Financial literacy is probably one of life’s most valuable skills. In fact, improving financial literacy is seen by governments as critical. It’s so important, that I’ve noticed these ads appearing in the local paper:
Which totally inspired me to attend amongst an imaginary room full of socked and sandaled near-retirees. As useful as those seminars may be, they’re no place for a self respecting 30 something. It’s a small understatement to suggest that financial literacy has an image problem. It’s seriously not sexy. Just compare it to the credit card ads:
Financial Literacy Image Makeover
Financial literacy is actually sexy, because it provides power and control over your money. It makes you the superhero of your own life. You can start to make positive choices for you, not for the marketing machine that wants you to buy the next must have thing.
This result is:
- Less stress;
- Ability to make more positive choices;
- A better work/life balance;
- More fun and ability to enjoy your income.
Financial literacy is also an offset against the power of marketing. Basically, it tries to prevent you from making mistakes with your money. But the marketing is BORING with black and white government ads, budgeting and lots of talk about retirement savings. Not exactly engaging stuff. No wonder credit card debt in Australia is around the $32 billion mark. Yes, billion. That’s how much Australia spends on defence. The interest on that debt is around $5.5 billion.
Interestingly, Australians are already very confident in their ability to manage money. But confidence does not always correlate with good management skills if our credit card debt is anything to go by. The trouble is that according to a survey done by the Financial Literacy Foundation, stress and discomfort, boredom and disinterest, and personal relevance and procrastination, are commonly held attitudes and beliefs when it comes to managing money.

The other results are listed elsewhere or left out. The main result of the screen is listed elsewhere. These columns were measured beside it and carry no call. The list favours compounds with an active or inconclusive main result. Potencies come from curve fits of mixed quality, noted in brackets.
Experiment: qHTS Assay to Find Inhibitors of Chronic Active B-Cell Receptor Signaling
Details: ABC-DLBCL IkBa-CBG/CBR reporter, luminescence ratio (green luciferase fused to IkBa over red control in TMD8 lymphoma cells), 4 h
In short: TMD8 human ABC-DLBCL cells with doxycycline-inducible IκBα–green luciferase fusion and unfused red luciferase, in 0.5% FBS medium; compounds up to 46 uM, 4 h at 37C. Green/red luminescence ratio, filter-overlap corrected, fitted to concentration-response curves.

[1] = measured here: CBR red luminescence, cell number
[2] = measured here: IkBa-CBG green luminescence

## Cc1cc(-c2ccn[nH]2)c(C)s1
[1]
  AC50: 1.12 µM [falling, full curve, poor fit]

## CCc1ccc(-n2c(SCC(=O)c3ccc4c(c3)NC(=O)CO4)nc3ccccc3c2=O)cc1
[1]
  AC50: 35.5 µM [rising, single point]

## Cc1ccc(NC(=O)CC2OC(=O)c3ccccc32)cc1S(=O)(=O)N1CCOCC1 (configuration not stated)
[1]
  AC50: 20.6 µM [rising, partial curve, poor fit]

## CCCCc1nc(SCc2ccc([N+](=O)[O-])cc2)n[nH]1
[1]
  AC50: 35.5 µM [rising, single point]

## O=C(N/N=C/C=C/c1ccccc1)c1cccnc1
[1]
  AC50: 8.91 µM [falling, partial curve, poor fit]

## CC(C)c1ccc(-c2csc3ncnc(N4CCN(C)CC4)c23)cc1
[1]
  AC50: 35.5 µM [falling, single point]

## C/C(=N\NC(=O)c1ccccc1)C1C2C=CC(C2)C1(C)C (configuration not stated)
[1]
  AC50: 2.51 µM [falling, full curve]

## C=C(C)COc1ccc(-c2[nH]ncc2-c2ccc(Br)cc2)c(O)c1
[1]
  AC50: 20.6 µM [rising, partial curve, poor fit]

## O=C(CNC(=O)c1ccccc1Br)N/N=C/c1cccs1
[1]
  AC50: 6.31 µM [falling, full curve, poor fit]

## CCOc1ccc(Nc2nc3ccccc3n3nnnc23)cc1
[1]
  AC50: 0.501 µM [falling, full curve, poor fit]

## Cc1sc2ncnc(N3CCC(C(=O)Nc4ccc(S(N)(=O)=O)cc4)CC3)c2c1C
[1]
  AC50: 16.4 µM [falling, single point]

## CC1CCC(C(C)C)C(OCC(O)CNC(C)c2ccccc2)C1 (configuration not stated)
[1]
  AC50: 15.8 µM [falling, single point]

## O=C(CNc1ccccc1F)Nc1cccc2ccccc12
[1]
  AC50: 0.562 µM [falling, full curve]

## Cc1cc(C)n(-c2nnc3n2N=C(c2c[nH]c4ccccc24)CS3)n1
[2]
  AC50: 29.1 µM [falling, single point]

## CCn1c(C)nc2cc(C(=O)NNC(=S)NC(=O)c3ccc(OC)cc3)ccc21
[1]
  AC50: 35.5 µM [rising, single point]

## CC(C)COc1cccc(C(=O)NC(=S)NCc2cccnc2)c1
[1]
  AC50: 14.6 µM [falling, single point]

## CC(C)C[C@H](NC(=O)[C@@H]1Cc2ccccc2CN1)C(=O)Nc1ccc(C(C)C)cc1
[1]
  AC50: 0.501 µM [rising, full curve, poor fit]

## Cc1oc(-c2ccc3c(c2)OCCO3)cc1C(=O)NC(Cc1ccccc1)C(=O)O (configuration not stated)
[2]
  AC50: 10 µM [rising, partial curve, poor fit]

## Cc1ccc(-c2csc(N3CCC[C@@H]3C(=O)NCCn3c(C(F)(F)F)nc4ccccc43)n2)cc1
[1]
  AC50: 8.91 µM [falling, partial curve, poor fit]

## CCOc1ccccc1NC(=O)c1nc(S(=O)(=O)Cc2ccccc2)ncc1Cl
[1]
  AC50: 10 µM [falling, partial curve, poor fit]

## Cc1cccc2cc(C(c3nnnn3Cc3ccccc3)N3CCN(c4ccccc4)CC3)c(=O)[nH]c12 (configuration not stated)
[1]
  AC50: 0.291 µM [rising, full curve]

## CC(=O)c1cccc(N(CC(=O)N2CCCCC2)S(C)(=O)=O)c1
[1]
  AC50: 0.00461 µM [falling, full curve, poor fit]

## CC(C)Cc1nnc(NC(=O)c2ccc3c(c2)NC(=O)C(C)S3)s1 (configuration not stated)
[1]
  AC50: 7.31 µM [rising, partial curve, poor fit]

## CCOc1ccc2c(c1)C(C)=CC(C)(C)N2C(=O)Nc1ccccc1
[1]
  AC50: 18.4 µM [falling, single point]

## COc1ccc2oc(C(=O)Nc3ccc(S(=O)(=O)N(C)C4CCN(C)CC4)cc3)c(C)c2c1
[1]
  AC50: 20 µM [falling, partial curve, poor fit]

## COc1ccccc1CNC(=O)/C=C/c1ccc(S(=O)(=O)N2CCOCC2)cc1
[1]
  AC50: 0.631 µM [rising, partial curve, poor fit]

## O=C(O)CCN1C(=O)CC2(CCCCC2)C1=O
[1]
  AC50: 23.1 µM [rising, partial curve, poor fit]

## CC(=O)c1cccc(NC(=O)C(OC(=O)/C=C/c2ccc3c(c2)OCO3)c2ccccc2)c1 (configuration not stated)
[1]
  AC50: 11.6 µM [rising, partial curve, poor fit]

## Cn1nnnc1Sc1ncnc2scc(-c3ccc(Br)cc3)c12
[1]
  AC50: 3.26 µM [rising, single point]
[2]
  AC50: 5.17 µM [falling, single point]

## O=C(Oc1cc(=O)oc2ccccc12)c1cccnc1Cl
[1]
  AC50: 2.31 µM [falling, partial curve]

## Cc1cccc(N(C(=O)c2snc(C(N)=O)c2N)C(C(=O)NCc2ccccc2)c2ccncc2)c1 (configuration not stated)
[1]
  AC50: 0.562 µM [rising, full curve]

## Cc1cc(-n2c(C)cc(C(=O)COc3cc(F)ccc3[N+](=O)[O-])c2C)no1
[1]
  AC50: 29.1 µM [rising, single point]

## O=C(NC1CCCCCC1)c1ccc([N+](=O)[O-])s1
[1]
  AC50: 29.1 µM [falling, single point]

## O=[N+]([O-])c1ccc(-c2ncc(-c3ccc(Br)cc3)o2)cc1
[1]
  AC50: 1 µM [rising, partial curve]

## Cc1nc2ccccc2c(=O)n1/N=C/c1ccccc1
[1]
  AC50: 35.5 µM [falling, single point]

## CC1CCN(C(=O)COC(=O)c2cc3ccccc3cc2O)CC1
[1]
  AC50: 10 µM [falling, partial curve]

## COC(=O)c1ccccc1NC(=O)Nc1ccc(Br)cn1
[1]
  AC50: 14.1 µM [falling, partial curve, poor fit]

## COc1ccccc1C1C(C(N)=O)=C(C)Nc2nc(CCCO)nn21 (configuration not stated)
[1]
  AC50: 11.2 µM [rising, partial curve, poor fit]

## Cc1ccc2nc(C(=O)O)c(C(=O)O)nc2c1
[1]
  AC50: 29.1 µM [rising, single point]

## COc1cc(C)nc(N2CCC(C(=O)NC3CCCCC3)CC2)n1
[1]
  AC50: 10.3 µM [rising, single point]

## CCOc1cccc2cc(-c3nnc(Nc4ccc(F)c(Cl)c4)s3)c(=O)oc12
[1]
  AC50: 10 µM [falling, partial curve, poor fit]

Fair enough. The process of getting control of your finances might not be totally awesome, just like every other big goal in life really. But the outcome, just like every other big goal in life really, is. It just needs a good marketing campaign. Maybe a few images. Something that is motivating enough to put the time and effort into becoming financially literate and managing your money. How about….
Hmm, an empty box. That’s financial freedom? Well, yes. Financial freedom is about choice. How do you want to fill in that blank? By travelling. Working part time so you have more time to spend with your kids. Starting your own business. Retiring. It’s your dream. But it all starts with financial literacy.
The Virtual Classroom
If you slept through Financial Literacy 101 in school (did that exist?) or your parents never sat you down to have ‘the talk’ about mortgages, debt and savings you’re not alone. A family friend in his mid-twenties recently ‘confirmed’ with his dad that home loans don’t incur interest.
We’re very fortunate to live in the digital age, where we can enter the digital classroom in our pyjamas, glass of wine in hand and ask stupid questions from behind a suitable alias. If you need to brush up on your financial literacy or just get an ego boost, then a free online course might be the best end of year present to yourself. Here’s a few good one’s:
And my favourite book of all time is the Barefoot Investor by Scott Pape (Affiliate link). It’s such a simple straightforward non confusing book that tells it like it is. It’s made an awesome gift on several occasions. What can be more valuable than giving a friend knowledge to take charge of their finances?
If you are really struggling with money problems, a free financial counsellor may be able to help you budget. For further information check out ASIC Money Smart.
Do you feel financially literate? Where did you learn financial literacy?